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In Re Meyer

ILLINOIS APPELLATE COURT — SECOND DISTRICT REVERSED IN PART, AND REVERSED AND REMANDED IN PART.


OPINION FILED JULY 14, 1982.

IN RE SHERRIE MEYER. — (THE PEOPLE OF THE STATE OF ILLINOIS, PETITIONER-APPELLEE,

v.

SHERRIE MEYER, RESPONDENT-APPELLANT.) — IN RE DONALD WALL. — (THE PEOPLE OF THE STATE OF ILLINOIS, PETITIONER-APPELLEE,

v.

DONALD WALL, RESPONDENT-APPELLANT.)

APPEAL from the Circuit Court of Lee County; the Hon. THOMAS E. HORNSBY, Judge, presiding.

JUSTICE VAN DEUSEN DELIVERED THE OPINION OF THE COURT:

In these consolidated cases, each respondent appeals from an order finding her or him in need of involuntary commitment. The respondents also contend that the trial court erred in entering an order which required the Illinois Guardianship and Advocacy Commission to pay for the respondents' transcripts.

Both respondents, Donald Wall and Sherrie Meyer, have been long-term residents of the Dixon Developmental Center. Mr. Wall has been a voluntary patient of the center for more that 40 years. Ms. Meyer has been a voluntary patient for more than 15 years.

Mr. Wall is mildly retarded and suffers from numerous physical and psychological disorders. Sometime prior to 1981, he started exhibiting aggressive behavior against the staff and other clients at the center. Because of this behavioral problem, a determination was made to obtain a status of involuntary admission for Mr. Wall.

Sherrie Meyer is also mildly retarded and suffers from other physical and developmental disabilities. In recent years she has become aggressive and self-injurious. Ms. Meyer presently has no appointed guardian. In light of her aggressive and self-destructive behavior, a petition seeking her involuntary admission to the Department of Mental Health was filed.

On August 5, 1981, hearings were held on the petitions, and both parties were found to be subject to involuntary admission. At both of the hearings, there was sufficient evidence to establish that the respondents were mentally retarded and that they were likely to injure themselves and others. It was also established that the change in status from a voluntary admittee to an involuntary committee would not change or alter the treatment given to the respondents. It would merely curtail the respondents' right to seek discharge under section 4-306(a) of the Mental Health and Developmental Disabilities Code (Ill. Rev. Stat. 1981, ch. 91 1/2, par. 4-306(a)).

Petitions for rehearing were filed and were denied. Timely notices of appeal were filed. At that time, the respondents requested appointment of an attorney on appeal. On October 8, 1981, the trial court entered an order appointing the Illinois Guardianship and Advocacy Commission to represent the respondents. The court also entered an order requiring the Illinois Guardianship and Advocacy Commission to be responsible for the cost of the transcripts on appeal.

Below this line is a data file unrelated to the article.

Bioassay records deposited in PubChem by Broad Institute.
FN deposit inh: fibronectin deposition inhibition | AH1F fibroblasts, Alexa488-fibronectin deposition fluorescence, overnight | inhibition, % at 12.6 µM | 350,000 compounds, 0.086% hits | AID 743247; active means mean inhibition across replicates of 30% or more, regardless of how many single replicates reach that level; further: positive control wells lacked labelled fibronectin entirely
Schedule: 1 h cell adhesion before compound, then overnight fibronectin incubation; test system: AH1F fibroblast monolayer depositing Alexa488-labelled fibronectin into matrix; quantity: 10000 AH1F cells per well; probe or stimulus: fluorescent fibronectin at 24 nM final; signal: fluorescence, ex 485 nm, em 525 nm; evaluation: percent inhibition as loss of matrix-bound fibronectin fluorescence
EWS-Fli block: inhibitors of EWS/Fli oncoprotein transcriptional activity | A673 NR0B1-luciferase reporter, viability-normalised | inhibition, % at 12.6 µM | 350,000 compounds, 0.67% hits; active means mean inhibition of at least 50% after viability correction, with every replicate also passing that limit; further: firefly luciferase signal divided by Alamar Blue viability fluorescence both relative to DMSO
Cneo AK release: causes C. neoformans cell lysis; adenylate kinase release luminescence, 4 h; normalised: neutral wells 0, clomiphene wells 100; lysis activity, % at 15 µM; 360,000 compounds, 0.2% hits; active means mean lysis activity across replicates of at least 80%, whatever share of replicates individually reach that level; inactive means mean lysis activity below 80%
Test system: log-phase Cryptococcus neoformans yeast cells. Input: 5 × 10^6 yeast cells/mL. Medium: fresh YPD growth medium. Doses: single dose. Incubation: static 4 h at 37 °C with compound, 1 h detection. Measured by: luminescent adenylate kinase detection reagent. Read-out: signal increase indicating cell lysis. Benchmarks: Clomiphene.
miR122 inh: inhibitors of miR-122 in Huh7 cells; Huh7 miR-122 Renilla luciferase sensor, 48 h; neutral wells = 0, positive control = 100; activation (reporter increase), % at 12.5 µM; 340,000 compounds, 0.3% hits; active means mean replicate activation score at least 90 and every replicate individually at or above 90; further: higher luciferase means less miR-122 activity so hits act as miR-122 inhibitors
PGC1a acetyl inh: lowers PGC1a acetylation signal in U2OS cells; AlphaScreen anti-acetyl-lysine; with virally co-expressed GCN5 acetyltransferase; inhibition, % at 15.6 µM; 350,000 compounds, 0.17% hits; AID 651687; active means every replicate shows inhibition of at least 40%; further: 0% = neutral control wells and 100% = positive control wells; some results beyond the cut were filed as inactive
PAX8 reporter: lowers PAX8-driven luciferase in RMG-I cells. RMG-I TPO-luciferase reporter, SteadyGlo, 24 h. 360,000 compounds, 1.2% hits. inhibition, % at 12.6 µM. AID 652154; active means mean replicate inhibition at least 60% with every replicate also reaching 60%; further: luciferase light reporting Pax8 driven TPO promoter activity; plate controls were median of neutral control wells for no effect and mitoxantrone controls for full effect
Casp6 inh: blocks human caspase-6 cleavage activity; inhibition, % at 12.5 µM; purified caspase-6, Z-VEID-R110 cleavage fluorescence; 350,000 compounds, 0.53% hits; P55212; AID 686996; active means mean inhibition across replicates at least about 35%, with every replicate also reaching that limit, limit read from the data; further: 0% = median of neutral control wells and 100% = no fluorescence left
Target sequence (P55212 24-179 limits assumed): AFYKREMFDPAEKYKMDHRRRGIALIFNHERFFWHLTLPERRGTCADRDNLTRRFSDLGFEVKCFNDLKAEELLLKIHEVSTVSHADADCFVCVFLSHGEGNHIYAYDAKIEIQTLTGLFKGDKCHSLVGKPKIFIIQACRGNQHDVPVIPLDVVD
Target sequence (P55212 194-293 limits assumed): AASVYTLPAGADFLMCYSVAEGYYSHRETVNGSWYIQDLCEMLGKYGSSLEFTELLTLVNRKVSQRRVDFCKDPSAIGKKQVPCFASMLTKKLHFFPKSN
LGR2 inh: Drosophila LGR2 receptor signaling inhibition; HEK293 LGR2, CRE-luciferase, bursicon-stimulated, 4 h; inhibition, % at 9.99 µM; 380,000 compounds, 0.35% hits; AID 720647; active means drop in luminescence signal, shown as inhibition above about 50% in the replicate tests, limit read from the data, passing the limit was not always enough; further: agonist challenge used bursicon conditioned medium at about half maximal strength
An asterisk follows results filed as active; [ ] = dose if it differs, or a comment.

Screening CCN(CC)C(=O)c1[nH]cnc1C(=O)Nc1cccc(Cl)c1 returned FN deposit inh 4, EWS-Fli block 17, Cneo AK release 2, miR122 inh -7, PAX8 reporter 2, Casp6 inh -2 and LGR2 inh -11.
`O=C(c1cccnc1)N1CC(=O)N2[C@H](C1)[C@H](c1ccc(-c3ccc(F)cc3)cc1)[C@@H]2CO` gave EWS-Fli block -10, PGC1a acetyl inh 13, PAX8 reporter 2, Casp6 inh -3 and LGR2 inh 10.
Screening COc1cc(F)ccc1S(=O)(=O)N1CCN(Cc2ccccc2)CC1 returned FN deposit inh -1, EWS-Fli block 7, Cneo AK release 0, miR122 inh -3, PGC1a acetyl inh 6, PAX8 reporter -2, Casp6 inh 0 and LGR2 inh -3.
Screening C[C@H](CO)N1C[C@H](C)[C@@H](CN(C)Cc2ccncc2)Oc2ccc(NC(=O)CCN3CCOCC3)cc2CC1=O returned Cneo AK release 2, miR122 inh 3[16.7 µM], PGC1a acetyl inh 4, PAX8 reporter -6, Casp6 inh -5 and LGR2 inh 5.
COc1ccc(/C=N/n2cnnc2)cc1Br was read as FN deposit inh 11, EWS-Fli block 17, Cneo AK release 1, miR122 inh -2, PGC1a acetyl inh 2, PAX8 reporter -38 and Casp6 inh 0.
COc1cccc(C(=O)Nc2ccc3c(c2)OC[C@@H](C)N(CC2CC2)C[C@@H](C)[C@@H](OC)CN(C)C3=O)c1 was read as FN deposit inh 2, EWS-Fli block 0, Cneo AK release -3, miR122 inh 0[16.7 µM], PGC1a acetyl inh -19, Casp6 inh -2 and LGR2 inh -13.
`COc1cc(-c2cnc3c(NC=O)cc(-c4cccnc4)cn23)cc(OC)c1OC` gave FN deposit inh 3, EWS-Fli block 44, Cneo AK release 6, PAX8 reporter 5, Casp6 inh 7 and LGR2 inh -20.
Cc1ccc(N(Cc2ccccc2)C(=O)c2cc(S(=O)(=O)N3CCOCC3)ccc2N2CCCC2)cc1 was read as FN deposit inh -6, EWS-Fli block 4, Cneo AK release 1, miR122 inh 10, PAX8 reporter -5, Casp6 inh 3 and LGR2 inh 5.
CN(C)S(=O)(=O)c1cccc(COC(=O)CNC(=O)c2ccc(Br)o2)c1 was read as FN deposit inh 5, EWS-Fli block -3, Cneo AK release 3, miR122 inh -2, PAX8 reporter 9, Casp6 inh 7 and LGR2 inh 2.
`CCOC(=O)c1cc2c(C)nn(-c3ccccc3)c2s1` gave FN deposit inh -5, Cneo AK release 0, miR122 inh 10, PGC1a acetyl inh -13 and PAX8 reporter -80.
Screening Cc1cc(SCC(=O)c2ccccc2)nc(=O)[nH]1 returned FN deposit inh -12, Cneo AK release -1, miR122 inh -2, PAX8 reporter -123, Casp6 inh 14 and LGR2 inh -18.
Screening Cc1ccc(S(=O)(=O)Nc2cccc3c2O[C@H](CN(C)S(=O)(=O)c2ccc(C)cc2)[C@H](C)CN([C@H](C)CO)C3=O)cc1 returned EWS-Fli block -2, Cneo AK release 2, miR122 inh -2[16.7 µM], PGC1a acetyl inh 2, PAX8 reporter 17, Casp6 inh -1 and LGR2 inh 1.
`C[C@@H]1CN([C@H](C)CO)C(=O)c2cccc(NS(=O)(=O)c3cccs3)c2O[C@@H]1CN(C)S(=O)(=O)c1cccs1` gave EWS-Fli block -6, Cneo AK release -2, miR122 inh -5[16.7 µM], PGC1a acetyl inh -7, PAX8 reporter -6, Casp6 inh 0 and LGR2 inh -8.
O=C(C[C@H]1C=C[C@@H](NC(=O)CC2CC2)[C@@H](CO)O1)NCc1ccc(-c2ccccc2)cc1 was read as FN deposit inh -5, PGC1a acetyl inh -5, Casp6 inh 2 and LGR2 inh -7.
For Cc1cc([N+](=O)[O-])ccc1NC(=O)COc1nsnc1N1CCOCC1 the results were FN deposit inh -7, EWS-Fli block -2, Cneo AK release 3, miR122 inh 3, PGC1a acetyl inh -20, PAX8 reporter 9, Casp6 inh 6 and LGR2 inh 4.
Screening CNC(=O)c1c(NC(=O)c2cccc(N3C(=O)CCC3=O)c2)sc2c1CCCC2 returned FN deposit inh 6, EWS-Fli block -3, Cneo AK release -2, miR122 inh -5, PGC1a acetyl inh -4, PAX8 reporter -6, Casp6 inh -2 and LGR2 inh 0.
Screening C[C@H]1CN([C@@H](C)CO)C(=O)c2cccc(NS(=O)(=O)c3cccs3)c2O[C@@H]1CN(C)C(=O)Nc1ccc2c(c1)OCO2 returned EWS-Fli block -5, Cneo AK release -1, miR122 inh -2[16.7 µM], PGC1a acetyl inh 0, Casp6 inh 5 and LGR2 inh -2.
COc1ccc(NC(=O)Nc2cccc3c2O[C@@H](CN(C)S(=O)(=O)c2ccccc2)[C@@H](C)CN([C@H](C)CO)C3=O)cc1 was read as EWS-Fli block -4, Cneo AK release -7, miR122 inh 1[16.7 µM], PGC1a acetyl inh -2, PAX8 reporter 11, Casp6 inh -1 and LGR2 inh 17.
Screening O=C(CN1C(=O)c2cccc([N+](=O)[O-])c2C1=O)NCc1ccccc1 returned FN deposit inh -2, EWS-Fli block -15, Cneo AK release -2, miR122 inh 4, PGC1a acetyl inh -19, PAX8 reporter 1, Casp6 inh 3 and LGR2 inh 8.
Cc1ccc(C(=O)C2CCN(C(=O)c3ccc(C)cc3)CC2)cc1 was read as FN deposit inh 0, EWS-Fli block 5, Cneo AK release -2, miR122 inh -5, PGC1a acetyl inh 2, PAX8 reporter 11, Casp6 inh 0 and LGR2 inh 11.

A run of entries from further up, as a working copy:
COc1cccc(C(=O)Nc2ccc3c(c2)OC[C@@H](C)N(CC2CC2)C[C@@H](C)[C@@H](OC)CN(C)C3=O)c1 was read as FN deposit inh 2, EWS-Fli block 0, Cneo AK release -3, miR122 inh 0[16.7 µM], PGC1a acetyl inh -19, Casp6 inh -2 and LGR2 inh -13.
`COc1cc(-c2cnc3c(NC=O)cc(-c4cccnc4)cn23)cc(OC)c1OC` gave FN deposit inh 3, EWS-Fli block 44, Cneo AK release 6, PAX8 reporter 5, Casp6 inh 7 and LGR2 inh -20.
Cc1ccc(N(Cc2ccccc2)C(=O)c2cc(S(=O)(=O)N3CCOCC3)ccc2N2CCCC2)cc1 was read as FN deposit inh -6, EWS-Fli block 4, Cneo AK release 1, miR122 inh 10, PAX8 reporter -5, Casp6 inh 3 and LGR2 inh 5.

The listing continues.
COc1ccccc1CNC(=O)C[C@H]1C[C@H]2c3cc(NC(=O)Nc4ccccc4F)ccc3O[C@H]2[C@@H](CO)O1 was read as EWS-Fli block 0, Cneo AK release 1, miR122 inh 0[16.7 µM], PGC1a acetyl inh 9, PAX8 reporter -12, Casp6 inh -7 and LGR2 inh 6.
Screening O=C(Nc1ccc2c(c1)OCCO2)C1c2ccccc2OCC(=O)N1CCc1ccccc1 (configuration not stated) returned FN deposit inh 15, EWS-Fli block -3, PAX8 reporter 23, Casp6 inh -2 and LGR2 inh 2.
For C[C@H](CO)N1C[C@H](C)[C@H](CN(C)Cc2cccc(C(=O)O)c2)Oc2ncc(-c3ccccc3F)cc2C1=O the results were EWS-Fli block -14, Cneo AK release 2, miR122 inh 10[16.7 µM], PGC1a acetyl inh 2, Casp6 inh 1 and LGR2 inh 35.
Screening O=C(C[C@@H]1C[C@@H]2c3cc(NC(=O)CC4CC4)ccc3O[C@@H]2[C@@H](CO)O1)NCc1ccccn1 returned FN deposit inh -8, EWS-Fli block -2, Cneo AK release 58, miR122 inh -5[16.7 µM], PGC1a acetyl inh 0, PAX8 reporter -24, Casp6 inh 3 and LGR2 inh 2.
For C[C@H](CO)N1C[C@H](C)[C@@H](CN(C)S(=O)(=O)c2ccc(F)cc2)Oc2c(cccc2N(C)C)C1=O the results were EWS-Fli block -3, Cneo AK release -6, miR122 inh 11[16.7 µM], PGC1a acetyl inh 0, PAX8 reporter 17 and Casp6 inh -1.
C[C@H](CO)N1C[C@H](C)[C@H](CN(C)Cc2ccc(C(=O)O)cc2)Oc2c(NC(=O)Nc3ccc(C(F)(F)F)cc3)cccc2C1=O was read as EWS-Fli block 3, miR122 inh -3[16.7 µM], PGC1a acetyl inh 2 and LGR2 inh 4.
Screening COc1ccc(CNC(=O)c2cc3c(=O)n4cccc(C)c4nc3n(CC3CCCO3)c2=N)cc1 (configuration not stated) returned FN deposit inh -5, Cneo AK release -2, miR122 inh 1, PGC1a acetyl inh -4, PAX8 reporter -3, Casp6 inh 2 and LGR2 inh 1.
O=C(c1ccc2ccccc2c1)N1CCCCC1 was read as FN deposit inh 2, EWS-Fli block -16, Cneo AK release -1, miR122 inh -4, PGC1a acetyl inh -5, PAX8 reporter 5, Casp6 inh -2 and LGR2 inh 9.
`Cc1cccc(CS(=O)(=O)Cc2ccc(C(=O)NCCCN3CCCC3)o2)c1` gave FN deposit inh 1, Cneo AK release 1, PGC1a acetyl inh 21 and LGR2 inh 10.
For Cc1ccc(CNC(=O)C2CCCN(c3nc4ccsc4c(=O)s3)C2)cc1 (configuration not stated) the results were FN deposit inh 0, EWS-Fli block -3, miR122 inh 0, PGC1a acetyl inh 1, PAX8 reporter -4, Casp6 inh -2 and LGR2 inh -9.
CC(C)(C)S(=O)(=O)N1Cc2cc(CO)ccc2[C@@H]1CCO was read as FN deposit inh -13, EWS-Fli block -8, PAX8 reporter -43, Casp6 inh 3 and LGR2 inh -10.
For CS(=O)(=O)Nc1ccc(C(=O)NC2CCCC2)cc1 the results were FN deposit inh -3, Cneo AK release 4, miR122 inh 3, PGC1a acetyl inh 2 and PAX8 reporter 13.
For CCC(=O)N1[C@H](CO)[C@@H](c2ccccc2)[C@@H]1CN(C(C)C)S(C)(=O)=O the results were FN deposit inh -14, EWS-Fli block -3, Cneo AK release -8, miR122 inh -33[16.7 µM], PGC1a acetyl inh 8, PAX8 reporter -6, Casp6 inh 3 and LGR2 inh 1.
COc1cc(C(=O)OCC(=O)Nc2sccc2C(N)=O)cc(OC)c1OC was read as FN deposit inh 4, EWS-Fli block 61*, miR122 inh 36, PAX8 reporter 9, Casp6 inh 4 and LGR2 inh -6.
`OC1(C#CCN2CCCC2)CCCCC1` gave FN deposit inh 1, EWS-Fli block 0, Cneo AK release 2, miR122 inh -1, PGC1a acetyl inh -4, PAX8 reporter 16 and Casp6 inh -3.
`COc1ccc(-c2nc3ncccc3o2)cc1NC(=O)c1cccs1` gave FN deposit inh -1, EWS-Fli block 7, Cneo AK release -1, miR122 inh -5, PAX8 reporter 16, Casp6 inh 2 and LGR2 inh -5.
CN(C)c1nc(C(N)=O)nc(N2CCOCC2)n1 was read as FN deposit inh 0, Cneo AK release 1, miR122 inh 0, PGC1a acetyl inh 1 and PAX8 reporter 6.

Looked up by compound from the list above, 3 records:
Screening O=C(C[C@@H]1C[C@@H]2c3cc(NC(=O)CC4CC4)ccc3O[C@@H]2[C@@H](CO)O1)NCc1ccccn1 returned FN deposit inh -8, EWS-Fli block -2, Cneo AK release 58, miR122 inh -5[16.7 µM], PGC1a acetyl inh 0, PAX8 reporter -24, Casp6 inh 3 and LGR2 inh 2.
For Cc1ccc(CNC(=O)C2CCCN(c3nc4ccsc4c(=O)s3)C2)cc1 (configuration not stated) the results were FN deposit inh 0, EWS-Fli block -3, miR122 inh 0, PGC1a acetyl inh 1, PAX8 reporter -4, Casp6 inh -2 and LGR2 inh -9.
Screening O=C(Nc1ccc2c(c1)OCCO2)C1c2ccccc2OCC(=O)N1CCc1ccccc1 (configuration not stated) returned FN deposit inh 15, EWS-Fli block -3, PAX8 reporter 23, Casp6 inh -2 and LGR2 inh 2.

Neither respondent challenges the evidence presented at the trials. There is no contention that the respondents are not mentally retarded, nor is there a contention that the respondents are not dangerous to themselves or others. Rather, it is urged that absent a patient's request to leave the hospital, the change of status from voluntary to involuntary patient through involuntary commitment proceedings is not authorized by statute and violates the patient's right to due process of law.

Section 4-306(a) of the Mental Health and Developmental Disabilities Code (Ill. Rev. Stat. 1981, ch. 91 1/2, par. 4-306(a)), dealing with procedures for the commitment of a voluntary patient, provides as follows:

"A client 18 years of age or over, who is not under guardianship, shall be allowed to be discharged from the facility at the earliest appropriate time, not to exceed 5 days, excluding Saturdays, Sundays and holidays, after he submits a written objection to the facility director, * * * unless within the 5 day period a petition and certificate conforming to the requirements of Section 4-501 are filed with the court. Upon receipt of the petition, the court shall order a hearing to be held within 5 days, excluding Saturdays, Sundays and holidays, and to be conducted pursuant to Article VI of this Chapter. Admission of a client may continue pending further order of the court."

The respondents argue that prior to the filing of the written objection, this language guarantees their right to seek a discharge and insulates them from a petition seeking involuntary commitment. The respondents cite two cases in support of their position: In re Clement (1975), 34 Ill. App.3d 574, and People v. Hill (1979), 72 Ill. App.3d 638.

In both cases, the court held that a patient who voluntarily commits himself is afforded certain rights by statute. One of those is the "unqualified right to request to leave a Department facility at any time." (People v. Hill (1979), 72 Ill. App.3d 638, 640-41; In re Clement (1975), 34 Ill. App.3d 574, 577.) In both cases, the court held that section 5-3 of the Mental Health Code (Ill. Rev. Stat. 1975, ch. 91 1/2, par. 5-3) mandated that the respondents cannot be subject to involuntary commitment proceedings until the respondent gave statutory notice of his or her desire to leave the facility. People v. Hill (1979), 72 Ill. App.3d 638, 641.

The facts in Clement are similar to the facts in the instant cases. In Clement the respondent was voluntarily admitted on January 21, 1975. Thereafter, his condition deteriorated. He had to be placed in restraints almost daily, and he physically assaulted other patients and staff. In April of 1975, a clinical review committee met to consider Clement's case. The committee noted that respondent was a voluntary patient, and although it was unlikely he would request to sign a five-day notice, it was possible. Therefore, there was a decision to file a petition for involuntary commitment. Prior to a hearing on the petition, respondent's counsel filed a motion to dismiss the petition on the basis that respondent was a voluntary patient. The court denied the motion, finding that there was no reason to dismiss an involuntary commitment petition merely because a person was presently in a hospital on a voluntary basis. After the hearing the trial court found the respondent to be in need of mental treatment and ordered that he be hospitalized by the Department of Mental Health in the Chester Mental Health Center.

In reversing this order of the trial court, the appellate court recognized that even though the evidence overwhelmingly indicated that respondent's condition deteriorated severely after he entered the hospital as a voluntary patient, his status as a voluntary patient could not be changed without compliance with the statute. The court determined that section 5-3 of the Mental Health Code was the only provision of the Code which specifies the procedure for the commitment of a voluntary patient. The court stated that the language of that section is "clear, unambiguous, and mandatory, and only becomes operative when a voluntary patient requests that he leave the hospital." In re Clement (1975), 34 Ill. App.3d 574, 576.